Return of the Prodigal Son by Pompeo Batoni - 1773

Evolution for the Catholic Student

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Wednesday, January 18, 2012

Evangelizing on the Grid Iron

Evangelizing on the Grid Iron

          Tim Tebow’s unlikely NFL season came to an end last Saturday night.  Tebow, of course, is the quarterback of the Denver Broncos, who were eliminated from the playoffs by the New England Patriots 45-10.  However, Tebow has been the main story of this season and has also been an unlikely lightning rod for controversy.

           There are many things unorthodox about Tebow’s play on the football field.  And some in the sports world have taken offense (particularly after being defeated by the Broncos).  The fact that fans were calling for Tebow to start in place of Kyle Orton riled up those who insisted that he didn’t have the skill set to be successful in the NFL.  His use of a college-style offense in the pros has unquestionably offended the pride of others, especially since he’s been winning with it.

          Without question, Tebow’s passing accuracy will need to improve.  But given an entire off season, I expect that it will.  We have already seen him make great strides in his decision making and throwing mechanics in a period of just a few months.  And even many of his strongest doubters have acknowledged that his “intangibles” – will, leadership, guts – have made him an effective and exciting player.

          So where’s the real controversy?  Tim Tebow is, brace yourselves…a Christian!  But not just a Christian (most players in the NFL are), he acknowledges Jesus by Name at the start of every interview.  He is known to be pro-life, unashamed of his chastity, and he prays regularly…on the field!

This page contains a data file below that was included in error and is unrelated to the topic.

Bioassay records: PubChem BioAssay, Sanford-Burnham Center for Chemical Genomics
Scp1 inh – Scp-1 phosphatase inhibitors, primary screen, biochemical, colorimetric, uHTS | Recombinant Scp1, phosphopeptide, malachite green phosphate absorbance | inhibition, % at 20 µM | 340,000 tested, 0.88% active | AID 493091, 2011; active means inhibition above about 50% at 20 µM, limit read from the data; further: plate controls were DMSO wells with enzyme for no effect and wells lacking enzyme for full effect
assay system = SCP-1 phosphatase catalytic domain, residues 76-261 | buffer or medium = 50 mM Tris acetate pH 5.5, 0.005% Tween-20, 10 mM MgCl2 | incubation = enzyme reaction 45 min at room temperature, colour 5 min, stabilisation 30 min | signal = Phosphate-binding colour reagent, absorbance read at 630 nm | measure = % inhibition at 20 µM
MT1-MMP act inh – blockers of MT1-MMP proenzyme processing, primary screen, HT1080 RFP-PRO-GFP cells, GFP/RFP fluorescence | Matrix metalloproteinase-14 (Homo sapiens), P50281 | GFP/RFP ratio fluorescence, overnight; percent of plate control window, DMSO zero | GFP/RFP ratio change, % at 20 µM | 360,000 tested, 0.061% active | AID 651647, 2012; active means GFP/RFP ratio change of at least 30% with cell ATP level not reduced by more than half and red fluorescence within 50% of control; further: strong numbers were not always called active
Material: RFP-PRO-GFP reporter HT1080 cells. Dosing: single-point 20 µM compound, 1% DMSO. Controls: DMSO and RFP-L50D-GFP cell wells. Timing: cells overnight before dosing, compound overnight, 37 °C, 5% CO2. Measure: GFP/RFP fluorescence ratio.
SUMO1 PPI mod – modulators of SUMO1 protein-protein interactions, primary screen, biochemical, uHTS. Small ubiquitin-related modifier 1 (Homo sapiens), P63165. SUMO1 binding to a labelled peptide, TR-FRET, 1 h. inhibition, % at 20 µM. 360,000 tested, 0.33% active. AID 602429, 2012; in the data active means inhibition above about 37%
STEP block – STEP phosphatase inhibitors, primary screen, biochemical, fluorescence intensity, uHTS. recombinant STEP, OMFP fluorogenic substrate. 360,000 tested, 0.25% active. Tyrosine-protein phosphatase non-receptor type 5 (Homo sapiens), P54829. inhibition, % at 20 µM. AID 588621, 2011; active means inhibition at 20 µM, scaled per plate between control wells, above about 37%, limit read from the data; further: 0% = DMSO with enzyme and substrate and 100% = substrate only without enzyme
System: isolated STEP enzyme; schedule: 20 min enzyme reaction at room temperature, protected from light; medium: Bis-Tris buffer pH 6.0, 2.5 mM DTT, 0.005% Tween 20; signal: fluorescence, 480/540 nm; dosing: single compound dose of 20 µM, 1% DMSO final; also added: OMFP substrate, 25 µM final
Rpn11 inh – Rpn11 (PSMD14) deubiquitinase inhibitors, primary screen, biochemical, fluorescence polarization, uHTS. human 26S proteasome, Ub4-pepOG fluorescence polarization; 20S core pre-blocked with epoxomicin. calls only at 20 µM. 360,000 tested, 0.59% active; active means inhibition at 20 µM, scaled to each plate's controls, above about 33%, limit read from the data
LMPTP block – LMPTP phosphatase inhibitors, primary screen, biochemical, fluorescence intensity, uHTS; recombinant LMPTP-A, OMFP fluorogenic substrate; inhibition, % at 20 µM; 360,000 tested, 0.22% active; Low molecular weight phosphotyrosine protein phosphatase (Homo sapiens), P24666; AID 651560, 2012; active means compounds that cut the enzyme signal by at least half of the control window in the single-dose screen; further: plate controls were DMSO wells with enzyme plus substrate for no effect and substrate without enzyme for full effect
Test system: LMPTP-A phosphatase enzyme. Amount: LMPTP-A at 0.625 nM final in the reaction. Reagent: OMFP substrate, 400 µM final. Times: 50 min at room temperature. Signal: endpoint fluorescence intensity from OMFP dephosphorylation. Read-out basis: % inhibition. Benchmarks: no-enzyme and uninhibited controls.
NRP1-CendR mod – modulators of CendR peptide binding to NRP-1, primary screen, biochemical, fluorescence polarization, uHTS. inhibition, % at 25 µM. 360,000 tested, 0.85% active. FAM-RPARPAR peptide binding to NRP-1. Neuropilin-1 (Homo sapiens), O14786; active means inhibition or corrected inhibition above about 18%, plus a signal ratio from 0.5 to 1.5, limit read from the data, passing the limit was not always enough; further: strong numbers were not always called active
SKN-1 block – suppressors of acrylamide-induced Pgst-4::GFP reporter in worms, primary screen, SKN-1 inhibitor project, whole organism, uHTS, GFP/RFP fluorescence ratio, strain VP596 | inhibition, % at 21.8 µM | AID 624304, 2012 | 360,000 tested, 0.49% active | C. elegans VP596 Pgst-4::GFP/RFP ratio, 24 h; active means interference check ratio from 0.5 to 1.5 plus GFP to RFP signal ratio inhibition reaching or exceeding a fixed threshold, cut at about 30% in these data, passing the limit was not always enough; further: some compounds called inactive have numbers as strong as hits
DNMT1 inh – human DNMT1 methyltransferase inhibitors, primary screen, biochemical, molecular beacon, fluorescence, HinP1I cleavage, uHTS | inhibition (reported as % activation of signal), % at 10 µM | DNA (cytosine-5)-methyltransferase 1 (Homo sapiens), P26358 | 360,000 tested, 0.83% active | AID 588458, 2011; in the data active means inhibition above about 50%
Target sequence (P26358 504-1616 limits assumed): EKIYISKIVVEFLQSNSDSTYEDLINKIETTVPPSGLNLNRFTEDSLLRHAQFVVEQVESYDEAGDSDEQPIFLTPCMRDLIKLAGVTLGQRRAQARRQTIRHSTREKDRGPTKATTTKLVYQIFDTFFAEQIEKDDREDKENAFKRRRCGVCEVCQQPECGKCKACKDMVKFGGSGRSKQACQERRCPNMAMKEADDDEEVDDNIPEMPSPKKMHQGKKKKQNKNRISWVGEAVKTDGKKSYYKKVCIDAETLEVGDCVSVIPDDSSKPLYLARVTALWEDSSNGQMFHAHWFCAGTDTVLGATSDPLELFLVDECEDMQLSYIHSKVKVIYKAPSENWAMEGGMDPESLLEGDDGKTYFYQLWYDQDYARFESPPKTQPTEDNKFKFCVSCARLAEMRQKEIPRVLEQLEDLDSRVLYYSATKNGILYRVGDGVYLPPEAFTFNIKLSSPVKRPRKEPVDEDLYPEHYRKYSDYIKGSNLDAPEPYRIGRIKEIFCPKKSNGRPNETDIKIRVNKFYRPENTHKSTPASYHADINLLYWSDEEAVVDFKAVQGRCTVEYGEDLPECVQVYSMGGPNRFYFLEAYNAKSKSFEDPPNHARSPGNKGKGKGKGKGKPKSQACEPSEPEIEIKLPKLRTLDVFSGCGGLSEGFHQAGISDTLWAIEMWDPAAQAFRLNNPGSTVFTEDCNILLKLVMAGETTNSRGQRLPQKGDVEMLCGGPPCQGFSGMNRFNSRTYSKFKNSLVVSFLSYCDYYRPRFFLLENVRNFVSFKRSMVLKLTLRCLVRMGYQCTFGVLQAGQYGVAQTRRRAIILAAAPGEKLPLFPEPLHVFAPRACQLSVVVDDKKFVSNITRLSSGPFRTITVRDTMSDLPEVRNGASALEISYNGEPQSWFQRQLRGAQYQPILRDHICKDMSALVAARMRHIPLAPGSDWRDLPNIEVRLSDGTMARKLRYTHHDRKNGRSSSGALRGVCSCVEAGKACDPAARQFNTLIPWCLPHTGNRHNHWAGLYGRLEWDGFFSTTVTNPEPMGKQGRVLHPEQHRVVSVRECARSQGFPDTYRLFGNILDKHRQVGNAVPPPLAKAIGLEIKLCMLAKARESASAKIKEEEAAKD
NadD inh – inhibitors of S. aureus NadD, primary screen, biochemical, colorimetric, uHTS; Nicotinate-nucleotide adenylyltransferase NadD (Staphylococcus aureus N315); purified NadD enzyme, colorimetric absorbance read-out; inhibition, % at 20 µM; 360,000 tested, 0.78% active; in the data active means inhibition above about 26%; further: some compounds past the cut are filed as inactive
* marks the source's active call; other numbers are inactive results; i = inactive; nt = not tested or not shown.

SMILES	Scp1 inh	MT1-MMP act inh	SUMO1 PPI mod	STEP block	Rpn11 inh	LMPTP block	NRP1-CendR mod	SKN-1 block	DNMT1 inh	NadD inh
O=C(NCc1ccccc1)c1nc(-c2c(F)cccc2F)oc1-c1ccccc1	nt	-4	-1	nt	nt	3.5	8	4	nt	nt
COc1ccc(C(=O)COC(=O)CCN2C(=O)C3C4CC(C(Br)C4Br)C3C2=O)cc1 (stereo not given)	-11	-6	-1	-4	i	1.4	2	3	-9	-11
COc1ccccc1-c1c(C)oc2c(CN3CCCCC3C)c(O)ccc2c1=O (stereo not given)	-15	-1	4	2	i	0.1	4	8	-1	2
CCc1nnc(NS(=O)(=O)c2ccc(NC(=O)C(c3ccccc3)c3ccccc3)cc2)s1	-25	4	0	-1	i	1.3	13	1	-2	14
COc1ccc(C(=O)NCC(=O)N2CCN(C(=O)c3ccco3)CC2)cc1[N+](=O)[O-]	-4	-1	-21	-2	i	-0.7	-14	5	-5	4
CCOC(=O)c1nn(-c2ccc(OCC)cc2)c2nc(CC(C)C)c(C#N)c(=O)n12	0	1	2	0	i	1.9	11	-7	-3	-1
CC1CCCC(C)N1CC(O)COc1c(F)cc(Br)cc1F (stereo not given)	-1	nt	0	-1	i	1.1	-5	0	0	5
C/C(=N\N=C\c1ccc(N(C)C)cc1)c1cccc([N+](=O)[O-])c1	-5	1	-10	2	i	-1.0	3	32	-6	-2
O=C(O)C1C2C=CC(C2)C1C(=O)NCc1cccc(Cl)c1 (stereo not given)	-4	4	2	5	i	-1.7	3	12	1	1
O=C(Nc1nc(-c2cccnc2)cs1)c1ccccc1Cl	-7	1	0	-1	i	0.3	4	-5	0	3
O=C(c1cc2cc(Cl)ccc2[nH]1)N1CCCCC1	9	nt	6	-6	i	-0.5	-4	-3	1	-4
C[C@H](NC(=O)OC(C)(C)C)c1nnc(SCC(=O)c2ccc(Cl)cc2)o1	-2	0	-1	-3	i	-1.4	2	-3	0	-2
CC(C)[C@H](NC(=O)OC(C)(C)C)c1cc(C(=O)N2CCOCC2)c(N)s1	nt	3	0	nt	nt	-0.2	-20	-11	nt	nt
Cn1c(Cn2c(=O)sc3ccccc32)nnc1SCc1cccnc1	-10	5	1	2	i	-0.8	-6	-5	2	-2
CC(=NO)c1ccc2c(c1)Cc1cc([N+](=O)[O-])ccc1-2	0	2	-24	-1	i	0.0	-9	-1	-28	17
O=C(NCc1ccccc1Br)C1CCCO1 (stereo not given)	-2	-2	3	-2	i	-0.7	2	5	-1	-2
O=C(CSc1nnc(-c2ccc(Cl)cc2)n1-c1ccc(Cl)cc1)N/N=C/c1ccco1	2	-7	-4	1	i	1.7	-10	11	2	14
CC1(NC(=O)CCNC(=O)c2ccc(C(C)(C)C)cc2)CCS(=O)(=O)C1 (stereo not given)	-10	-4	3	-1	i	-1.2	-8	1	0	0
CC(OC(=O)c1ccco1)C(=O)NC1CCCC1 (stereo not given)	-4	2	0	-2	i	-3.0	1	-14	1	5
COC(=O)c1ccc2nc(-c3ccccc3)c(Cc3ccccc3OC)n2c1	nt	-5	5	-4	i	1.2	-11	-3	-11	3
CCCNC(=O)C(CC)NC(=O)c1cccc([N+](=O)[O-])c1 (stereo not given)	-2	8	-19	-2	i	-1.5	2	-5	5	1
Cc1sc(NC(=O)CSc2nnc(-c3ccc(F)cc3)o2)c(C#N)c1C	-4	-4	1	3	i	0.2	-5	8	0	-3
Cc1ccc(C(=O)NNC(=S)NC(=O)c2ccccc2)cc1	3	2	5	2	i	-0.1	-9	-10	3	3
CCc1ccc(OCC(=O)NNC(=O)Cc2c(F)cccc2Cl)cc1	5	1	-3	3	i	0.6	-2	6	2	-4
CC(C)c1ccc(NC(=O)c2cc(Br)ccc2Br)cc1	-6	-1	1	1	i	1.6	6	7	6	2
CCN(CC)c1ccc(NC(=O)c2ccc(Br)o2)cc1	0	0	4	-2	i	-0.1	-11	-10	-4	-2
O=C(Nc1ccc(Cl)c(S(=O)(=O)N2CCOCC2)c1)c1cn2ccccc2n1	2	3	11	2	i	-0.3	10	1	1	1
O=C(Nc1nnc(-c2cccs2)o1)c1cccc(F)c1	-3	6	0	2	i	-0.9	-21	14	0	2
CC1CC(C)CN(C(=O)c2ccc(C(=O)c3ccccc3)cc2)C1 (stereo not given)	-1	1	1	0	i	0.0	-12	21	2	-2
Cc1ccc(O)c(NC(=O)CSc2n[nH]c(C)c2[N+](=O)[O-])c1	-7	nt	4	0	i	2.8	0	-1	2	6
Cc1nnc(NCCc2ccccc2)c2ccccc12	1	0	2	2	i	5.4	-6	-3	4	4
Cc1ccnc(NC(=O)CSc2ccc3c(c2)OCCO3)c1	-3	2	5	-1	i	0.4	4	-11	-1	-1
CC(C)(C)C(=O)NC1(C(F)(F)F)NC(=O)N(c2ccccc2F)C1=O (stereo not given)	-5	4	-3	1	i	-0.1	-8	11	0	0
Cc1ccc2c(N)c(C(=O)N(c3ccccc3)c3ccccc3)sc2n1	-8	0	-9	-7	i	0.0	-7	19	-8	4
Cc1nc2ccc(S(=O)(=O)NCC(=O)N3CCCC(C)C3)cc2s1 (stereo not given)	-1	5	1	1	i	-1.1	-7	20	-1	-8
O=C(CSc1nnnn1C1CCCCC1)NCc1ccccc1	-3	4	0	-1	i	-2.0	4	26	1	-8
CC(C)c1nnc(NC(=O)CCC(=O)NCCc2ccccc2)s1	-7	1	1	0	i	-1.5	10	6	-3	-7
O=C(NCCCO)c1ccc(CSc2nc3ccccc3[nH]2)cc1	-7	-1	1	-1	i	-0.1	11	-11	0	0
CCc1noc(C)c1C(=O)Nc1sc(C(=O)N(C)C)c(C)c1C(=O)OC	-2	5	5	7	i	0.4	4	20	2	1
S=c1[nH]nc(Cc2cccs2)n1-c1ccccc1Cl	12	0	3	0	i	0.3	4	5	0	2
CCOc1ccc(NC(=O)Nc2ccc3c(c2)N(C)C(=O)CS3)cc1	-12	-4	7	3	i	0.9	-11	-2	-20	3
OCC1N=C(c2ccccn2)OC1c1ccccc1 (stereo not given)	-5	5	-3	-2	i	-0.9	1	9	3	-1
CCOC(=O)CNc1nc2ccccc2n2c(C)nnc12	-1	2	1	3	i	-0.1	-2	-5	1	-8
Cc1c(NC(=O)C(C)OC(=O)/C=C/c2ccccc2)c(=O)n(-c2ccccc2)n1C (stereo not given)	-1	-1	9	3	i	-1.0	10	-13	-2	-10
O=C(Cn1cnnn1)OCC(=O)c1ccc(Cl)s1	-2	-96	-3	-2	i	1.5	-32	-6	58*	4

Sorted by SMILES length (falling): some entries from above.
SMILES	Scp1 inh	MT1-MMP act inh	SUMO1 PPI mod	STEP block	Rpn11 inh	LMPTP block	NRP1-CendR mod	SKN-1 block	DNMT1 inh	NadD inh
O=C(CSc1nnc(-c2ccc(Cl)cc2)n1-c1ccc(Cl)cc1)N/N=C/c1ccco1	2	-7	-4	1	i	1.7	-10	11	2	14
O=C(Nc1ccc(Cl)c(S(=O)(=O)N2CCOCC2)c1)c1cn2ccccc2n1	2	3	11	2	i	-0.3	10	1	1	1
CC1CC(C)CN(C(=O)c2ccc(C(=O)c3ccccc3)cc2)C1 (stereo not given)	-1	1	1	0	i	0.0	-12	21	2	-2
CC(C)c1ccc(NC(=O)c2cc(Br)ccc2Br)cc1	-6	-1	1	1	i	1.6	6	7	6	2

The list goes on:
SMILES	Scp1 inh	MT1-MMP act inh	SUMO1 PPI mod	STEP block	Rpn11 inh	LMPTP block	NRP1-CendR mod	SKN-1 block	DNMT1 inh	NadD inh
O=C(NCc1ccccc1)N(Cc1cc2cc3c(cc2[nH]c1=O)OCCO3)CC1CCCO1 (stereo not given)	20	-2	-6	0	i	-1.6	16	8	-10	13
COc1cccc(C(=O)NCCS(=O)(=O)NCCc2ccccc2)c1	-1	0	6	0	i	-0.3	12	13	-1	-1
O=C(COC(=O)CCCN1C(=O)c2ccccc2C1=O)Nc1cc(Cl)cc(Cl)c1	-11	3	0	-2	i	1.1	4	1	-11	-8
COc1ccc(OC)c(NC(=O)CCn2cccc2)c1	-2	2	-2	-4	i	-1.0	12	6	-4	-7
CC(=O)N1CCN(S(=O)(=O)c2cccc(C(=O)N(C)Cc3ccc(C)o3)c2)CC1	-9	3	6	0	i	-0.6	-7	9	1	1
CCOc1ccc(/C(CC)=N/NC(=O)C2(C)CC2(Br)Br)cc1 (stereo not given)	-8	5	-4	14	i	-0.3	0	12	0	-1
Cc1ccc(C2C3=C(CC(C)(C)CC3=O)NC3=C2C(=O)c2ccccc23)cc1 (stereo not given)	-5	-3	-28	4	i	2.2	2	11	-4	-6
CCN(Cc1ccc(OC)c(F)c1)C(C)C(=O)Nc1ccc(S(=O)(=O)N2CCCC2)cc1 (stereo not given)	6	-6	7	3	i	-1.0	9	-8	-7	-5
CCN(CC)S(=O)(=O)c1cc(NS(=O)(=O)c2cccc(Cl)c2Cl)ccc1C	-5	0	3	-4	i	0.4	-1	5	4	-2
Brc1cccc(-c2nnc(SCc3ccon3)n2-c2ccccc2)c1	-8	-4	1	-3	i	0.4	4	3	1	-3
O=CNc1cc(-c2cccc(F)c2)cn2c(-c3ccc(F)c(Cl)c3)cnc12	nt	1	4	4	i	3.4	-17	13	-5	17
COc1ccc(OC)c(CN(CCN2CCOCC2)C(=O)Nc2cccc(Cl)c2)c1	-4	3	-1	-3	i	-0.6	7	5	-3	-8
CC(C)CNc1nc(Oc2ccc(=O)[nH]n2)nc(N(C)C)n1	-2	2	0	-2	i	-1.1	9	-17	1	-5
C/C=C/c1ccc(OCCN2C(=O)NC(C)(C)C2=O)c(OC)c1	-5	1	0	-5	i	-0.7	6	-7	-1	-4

To some people, this can not be tolerated.  There are those who actually claim to hate Tim Tebow.  There have been NFL players who have committed crimes from drug abuse to sexual assault to battery, and they are not considered controversial.  But a man who loves Jesus and isn’t afraid to wear his faith on his sleeve is somehow a menace to society.  Many of the comments aimed at him have been so hateful and so disgusting I can’t bring myself to quote them.

          But through it all, Tim Tebow has responded brilliantly.  When people have said he should keep his faith quiet, he has refused.  As a matter of fact, when he was no longer allowed to wear “John 3:16” on his eye black, he responded by passing for 316 yards in his first playoff game (which garnered a fourth quarter rating of 31.6).  Perhaps that was God’s commentary.  Whether he plays brilliantly and the Broncos win or he plays terribly and the Broncos lose, he carries himself with the same dignity, respect and optimism.  Media personalities in the sports world have said to a man that he is genuine, that what he shows us is who he is, and that’s he’s a great person.

          Most of all, Tim Tebow himself has kept things in perspective.  He has said that he sees his opportunity to play in the NFL as a platform to evangelize.  He doesn’t proselytize, he evangelizes – by who he is, how he carries himself, and by acknowledging publicly the most important thing in his life – his relationship with Jesus Christ.

          Now I may have some disagreements with Mr. Tebow about some of the theological details of justification or Church governance (he’s an evangelical Protestant), but I admire him greatly.  What he does is what we all should do.  We are all evangelists.  Most of us don’t have the national stage that Tim Tebow does, but we have all been planted somewhere, with a message and an opportunity to share that message.

          I have never met Tim Tebow, but I’m relatively sure he cares very little what the Bill Mahers of the world say about him.  He is far more concerned with what Jesus will say about him – “Well done, my good and faithful servant.”